At 8 the world can be taken on trust; at 18, at 25, it cannot; and in certain circumstances, there are things that can never be taken on trust. I will give you an example. The Eucharist, the central event of Christian worship, is centred on an act of thanksgiving in which we say to God ‘Thank you for all things’. Now, can we honestly say, ‘thank you for all things’ in the face of the tragedies of the world unless we have a reason to see beyond the tragedy to their solution and a meaning within them?
Doubt is not simply contradiction. Doubt is a moment of dividedness, a dichotomy in our minds; a moment when, having followed a very simple straight road, we come to a fork, and we ask ourselves ‘Do I go this way or that way ?’ The one may be more convincing, the other may be more alluring. Which one are we going to choose? It is the situation of someone who has been weighing up the problems of life in a very simple way and suddenly discovers there is a much more subtle balance between things and that a simple solution is no solution at all. What are we going to do at that moment?
There are two absolutely different attitudes to doubt in the mind—there is that of the scientist and that of the believer. For the scientist, doubt is a systematic weapon; it is a joy. For the believer when he takes the wrong attitude to doubt and to the problems he is facing, it is a moment of anguish. What happens usually to the believer is that having believed in all simplicity that everything is clear, simple, straightforward, he suddenly discovers that life gives the lie to what he thought to be true. Then his answer is ‘I am disloyal to what I thought, I am disloyal to my faith, to my Church, to my God’. The problem is not only about subtleties but about basic things, about God Himself, about the Church, about what is at the core of the believer’s life. Then he feels that what is at stake is the breaking down, the destruction, the disappearance of the object of faith, and God’s existence is now questionable. The values which were essential, which were existential values for him, are questionable, and therefore his very existence becomes a problem and seems to be insuperably problematic.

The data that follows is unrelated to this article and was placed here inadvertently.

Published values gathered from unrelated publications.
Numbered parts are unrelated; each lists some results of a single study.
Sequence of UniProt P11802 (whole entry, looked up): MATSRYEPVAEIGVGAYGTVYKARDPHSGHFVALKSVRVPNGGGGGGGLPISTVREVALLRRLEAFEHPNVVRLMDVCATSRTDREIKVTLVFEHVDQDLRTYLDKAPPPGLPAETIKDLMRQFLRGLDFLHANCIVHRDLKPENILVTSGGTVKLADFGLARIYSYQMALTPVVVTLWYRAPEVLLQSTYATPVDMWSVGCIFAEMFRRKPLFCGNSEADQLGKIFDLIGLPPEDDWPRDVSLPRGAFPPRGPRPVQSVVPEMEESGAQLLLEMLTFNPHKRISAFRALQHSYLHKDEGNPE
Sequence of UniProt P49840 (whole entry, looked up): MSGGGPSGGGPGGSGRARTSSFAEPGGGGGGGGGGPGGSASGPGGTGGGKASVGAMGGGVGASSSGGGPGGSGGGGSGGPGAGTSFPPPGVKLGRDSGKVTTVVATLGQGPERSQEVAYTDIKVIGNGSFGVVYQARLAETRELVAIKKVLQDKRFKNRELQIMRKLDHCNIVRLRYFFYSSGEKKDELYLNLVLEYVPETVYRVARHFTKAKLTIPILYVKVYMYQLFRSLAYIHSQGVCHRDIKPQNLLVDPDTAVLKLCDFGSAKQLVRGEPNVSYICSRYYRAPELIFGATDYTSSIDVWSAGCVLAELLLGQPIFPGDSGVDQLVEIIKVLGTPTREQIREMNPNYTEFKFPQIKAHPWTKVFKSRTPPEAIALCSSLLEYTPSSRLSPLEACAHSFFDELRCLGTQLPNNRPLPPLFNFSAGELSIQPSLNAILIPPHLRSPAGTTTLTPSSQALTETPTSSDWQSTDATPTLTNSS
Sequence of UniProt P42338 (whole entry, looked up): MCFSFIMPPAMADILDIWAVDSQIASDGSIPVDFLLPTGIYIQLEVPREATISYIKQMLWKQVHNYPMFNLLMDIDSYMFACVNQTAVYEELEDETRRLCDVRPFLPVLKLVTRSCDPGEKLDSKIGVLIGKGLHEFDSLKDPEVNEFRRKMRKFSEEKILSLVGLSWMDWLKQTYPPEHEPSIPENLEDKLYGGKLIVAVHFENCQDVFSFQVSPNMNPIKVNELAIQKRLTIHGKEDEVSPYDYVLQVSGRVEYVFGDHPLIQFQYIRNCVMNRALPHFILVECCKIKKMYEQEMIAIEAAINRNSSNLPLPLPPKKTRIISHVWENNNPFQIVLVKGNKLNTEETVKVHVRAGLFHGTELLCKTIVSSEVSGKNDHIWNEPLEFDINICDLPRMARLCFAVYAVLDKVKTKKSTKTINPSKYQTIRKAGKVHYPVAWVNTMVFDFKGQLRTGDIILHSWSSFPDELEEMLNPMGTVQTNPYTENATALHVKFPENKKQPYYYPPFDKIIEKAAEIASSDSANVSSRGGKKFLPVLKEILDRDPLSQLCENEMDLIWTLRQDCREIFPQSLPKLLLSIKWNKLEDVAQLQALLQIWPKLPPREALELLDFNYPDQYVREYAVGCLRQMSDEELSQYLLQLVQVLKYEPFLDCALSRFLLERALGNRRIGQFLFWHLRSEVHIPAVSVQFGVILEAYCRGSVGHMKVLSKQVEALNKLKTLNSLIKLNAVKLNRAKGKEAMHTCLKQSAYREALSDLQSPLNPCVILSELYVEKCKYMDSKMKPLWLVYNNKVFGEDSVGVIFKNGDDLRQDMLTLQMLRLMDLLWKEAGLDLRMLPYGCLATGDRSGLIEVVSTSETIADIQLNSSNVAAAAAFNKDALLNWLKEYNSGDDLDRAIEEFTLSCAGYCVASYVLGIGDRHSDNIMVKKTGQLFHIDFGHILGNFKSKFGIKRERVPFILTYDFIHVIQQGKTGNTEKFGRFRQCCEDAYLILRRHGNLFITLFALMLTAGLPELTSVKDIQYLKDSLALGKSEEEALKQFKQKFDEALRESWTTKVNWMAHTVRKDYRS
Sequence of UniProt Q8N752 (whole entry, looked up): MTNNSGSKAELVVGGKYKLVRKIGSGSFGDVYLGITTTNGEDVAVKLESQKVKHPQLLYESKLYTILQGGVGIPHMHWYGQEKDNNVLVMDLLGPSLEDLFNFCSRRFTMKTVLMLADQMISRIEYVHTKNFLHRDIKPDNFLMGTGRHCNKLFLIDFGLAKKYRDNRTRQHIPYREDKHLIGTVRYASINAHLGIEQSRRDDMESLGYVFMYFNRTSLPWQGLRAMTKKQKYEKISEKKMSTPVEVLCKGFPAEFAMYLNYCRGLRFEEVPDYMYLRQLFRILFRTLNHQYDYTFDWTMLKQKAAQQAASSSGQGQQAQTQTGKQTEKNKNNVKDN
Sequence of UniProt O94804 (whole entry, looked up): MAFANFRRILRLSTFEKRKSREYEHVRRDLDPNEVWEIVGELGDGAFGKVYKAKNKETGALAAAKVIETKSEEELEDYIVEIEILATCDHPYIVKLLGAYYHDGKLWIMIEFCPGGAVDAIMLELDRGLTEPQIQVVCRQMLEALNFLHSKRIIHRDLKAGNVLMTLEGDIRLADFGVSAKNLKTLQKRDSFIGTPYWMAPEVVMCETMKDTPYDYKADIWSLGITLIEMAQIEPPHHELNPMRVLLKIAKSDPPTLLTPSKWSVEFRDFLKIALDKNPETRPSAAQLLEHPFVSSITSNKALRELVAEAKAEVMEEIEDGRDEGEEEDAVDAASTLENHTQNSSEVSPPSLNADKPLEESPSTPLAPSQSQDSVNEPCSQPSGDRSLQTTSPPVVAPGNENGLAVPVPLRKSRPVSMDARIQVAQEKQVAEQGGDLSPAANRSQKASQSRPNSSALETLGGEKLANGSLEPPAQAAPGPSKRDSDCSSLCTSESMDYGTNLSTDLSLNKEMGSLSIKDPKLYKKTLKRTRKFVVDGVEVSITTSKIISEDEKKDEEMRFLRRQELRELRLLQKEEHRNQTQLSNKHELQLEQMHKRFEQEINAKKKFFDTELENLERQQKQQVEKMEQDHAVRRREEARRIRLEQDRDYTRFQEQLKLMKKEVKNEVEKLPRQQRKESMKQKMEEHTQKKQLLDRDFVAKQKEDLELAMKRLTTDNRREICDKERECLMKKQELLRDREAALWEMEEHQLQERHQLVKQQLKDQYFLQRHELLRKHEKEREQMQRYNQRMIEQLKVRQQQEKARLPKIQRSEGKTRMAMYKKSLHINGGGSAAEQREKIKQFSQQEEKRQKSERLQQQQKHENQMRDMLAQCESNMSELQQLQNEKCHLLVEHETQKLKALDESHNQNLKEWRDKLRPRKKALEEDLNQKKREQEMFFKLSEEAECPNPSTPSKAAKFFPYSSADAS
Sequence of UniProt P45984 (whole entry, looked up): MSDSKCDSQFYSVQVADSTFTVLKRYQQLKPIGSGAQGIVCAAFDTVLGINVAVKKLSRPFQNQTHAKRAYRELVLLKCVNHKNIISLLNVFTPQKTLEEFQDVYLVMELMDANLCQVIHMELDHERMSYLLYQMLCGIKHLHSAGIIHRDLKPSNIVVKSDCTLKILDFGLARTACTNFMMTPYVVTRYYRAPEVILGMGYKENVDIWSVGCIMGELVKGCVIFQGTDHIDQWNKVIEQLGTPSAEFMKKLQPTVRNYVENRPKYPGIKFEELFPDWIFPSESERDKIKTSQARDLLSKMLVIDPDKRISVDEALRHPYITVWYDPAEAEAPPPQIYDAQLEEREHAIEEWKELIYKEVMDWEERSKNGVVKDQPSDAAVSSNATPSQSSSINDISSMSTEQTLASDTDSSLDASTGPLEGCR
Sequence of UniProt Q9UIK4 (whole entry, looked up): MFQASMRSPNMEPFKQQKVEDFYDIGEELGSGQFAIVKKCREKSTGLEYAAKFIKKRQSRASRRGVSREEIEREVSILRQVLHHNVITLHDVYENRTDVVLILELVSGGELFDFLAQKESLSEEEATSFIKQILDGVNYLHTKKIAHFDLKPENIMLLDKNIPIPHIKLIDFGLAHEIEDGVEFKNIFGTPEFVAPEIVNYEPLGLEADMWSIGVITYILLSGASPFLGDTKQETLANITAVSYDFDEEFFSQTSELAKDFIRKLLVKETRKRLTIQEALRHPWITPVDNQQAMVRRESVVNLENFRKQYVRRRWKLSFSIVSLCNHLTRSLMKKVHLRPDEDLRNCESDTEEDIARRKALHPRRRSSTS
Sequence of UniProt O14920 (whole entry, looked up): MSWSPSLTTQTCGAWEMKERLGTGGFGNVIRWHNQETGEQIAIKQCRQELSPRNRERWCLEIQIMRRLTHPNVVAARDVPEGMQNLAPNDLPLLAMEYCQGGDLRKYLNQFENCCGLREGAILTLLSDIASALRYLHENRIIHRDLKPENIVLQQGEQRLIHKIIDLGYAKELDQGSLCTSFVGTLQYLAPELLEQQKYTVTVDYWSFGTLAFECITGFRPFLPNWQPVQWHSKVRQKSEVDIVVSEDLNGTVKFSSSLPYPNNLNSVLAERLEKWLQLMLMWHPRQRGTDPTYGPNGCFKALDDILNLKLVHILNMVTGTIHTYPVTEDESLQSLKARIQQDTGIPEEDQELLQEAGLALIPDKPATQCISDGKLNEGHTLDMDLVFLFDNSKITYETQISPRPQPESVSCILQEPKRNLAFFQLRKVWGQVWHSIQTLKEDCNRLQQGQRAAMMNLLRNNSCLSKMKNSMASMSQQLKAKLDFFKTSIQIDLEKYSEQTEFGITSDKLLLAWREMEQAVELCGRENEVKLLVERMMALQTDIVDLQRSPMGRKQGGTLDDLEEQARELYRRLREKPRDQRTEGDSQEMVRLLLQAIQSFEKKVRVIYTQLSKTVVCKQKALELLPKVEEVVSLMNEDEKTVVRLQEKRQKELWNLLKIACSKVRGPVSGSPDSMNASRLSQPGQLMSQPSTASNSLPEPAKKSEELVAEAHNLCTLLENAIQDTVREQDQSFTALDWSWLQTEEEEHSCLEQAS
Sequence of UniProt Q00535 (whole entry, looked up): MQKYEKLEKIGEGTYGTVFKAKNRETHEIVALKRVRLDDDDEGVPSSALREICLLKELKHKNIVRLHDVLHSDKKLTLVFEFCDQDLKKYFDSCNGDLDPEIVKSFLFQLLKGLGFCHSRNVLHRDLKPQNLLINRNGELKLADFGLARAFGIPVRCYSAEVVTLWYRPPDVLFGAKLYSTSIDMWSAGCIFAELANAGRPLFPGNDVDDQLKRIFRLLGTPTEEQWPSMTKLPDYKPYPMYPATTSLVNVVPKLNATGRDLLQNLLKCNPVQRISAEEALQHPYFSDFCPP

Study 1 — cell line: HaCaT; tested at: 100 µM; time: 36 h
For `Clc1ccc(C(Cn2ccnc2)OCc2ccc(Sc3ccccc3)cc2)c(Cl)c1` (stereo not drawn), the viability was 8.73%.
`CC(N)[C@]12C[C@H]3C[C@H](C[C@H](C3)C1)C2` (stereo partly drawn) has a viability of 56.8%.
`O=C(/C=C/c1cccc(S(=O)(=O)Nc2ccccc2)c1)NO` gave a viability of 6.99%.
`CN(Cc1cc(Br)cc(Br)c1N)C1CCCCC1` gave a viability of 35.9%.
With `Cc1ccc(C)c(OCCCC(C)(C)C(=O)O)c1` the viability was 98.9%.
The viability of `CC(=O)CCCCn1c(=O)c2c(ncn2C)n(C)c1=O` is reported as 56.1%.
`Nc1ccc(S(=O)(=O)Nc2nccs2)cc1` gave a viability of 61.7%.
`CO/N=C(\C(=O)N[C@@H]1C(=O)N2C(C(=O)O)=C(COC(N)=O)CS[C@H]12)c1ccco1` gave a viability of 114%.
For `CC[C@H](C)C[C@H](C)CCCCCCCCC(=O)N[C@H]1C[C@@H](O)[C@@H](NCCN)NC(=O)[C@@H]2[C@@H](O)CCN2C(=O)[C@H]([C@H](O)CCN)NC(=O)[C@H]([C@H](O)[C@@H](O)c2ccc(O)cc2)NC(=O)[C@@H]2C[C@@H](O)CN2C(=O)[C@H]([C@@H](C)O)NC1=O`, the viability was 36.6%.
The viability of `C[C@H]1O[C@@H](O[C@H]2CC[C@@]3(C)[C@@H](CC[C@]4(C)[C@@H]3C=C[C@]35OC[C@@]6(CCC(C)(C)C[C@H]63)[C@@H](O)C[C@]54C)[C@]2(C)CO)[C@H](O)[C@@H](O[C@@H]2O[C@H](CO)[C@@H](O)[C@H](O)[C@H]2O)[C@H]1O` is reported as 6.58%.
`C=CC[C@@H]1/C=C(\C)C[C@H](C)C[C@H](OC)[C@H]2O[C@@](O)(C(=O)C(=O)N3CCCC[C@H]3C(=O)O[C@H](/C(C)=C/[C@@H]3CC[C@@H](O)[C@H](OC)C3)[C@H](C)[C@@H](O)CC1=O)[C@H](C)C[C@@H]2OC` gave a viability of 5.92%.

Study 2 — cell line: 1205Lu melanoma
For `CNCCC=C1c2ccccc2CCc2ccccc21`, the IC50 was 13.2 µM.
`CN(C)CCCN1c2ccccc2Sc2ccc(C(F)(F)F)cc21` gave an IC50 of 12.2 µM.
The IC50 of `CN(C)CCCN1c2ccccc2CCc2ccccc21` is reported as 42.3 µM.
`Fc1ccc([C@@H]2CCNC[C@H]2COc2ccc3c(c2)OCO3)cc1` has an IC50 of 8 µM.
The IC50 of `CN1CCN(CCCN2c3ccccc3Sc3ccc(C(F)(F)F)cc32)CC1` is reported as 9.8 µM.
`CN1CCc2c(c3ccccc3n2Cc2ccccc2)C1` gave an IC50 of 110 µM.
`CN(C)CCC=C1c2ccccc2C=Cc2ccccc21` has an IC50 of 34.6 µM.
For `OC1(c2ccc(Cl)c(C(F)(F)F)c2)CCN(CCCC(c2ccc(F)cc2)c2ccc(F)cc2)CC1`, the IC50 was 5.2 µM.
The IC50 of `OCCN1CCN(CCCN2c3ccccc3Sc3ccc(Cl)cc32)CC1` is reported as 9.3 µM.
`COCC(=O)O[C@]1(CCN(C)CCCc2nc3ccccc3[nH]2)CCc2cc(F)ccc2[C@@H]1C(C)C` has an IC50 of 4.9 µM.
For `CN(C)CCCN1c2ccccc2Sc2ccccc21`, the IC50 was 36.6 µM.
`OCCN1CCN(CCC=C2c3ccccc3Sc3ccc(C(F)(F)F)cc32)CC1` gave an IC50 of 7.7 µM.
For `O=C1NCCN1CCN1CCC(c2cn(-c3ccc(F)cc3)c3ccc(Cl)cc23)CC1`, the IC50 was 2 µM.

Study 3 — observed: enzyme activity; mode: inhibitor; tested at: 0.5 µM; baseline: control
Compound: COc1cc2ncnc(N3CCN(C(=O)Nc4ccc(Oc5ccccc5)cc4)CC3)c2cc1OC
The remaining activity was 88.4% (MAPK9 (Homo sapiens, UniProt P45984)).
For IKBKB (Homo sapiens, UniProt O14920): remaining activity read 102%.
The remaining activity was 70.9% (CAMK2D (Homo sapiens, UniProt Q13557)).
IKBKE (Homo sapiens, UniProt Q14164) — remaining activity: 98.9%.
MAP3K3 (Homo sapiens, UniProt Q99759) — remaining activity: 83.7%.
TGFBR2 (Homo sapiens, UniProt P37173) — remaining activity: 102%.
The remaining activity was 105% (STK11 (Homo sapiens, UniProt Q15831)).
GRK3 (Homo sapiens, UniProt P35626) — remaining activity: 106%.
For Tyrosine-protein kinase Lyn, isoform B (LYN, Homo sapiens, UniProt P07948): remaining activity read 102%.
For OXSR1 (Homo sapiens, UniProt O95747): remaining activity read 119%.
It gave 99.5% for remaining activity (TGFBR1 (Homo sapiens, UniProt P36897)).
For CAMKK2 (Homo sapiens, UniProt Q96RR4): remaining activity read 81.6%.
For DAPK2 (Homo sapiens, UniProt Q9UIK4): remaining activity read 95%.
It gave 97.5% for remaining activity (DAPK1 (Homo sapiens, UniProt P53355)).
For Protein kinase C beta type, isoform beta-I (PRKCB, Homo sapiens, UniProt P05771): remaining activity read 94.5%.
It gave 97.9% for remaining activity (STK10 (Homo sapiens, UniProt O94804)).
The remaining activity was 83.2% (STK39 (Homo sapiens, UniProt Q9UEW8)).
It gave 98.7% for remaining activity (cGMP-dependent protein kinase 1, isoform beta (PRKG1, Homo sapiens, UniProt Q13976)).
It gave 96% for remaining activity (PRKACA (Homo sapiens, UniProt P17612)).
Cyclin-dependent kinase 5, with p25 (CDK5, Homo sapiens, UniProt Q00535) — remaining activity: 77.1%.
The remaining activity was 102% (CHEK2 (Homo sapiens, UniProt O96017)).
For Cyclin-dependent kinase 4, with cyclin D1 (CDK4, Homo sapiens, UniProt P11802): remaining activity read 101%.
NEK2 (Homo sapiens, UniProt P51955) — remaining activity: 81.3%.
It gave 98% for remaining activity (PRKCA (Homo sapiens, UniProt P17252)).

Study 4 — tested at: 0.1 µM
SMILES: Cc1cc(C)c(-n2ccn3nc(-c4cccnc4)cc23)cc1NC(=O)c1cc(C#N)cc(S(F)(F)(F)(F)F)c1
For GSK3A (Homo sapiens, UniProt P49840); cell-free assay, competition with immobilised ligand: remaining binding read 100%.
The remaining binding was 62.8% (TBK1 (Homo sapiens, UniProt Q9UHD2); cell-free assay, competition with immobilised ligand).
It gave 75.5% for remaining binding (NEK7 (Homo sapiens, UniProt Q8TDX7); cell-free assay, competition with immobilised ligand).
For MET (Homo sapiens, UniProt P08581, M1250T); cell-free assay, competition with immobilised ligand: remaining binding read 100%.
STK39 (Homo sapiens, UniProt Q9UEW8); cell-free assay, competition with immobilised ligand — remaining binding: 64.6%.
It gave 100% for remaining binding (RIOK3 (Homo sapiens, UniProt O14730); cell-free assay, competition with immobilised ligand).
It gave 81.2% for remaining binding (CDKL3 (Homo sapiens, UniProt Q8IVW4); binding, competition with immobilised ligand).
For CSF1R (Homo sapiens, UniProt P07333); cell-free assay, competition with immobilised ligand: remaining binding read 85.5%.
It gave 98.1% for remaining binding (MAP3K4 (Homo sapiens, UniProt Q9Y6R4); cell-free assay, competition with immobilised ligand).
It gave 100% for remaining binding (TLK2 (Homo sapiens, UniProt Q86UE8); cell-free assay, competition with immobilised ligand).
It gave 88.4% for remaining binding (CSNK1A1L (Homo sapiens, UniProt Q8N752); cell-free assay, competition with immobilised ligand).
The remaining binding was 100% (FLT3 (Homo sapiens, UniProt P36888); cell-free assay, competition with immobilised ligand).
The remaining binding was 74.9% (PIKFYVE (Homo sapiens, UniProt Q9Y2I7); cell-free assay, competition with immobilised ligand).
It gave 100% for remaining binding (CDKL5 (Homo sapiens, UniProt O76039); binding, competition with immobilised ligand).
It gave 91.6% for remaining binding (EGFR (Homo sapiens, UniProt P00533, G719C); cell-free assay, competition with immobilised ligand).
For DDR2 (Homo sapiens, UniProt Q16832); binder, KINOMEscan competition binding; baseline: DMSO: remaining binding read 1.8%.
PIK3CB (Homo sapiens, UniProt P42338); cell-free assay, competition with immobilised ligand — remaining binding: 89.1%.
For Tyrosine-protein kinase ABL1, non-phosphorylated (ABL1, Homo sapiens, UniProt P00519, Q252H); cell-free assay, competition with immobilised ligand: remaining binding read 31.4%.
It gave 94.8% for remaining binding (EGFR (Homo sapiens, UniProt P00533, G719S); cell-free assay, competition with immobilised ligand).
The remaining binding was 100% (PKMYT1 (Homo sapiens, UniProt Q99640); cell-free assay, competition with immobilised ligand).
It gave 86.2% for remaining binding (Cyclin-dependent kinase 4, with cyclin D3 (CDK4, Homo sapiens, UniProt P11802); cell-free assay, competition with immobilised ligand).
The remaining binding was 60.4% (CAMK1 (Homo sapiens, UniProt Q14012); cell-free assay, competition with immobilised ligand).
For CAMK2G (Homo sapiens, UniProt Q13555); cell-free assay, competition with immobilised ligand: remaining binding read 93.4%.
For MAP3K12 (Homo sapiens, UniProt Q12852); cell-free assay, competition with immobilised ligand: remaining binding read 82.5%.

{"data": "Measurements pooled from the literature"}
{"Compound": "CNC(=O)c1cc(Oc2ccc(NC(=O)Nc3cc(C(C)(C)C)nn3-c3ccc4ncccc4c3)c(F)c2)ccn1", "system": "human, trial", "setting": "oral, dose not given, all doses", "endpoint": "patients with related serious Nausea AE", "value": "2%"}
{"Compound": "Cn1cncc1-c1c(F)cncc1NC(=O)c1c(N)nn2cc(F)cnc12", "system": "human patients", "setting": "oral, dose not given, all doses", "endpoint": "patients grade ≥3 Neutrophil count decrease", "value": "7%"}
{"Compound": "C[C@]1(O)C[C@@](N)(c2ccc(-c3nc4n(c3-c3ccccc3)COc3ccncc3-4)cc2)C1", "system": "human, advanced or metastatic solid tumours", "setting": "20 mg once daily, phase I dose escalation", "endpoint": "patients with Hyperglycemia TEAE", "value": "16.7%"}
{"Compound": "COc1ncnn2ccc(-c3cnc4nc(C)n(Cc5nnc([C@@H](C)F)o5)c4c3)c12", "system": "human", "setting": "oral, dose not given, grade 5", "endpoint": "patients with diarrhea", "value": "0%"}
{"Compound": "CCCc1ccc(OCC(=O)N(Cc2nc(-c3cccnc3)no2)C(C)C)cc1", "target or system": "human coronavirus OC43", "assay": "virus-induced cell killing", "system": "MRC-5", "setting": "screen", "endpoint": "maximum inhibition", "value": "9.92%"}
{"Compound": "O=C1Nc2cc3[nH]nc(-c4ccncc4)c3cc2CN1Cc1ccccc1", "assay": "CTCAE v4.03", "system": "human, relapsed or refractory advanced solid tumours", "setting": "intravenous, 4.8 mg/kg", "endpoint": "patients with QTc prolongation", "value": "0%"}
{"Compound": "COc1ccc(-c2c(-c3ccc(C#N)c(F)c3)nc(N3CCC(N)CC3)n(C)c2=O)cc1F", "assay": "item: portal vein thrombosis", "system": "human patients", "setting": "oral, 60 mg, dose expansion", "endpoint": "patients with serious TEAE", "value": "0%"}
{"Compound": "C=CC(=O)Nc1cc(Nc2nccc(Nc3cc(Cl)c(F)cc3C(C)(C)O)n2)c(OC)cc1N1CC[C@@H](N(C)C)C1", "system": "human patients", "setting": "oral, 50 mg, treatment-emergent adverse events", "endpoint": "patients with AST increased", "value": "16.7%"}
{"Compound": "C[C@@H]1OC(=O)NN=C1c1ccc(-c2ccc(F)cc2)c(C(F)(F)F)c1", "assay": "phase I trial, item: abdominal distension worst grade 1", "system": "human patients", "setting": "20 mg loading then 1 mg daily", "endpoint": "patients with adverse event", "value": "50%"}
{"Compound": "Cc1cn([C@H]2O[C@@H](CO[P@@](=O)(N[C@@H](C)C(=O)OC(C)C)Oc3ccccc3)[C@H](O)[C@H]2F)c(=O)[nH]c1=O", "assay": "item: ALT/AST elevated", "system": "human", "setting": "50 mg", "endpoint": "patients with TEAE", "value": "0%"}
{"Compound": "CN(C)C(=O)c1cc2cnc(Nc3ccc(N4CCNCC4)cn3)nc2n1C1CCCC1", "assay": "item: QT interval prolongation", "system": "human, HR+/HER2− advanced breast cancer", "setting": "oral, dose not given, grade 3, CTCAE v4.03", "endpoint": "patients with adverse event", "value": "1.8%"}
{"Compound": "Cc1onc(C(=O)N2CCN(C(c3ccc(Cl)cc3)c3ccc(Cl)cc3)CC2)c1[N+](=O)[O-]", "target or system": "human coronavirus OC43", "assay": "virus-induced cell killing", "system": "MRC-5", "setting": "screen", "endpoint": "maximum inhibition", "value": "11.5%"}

But when a scientist engages in research, he gathers together all the facts he is capable of collecting. Once he has gathered his facts, he must hold them together in a way that makes it possible for him to handle the totality of the facts, and he builds a hypothesis, a theory, a model, a construction, an architectural building, that is capable of holding everything together. If the whole object of research for the scientist was to make himself a name, he will try to protect his model against any criticism, against any doubt and against any questioning, with greater or lesser honesty. But if as a scientist he is a man who is out to discover what things are in reality, his first action will be to go round and round his model in all directions, examining and trying to find where the flaw is, what the problems are which are generated by the model he has built, by the theory he has proposed, by the hypothesis he has now offered for the consideration of others. If he cannot find a flaw, then he will try through research to go farther in the field and discover such facts that do not fit with his theory or his model, because when he will find a fact that will explode his model, make his theory questionable, he will have opened up a new window on reality. So the aim of the good research scientist is to create models of theories or hypotheses as a preliminary exercise to questioning and to discovering something which will make him break them down in order to create another model which is as doubtful as the preceding one, but which allows him to keep the new facts together in a manageable way.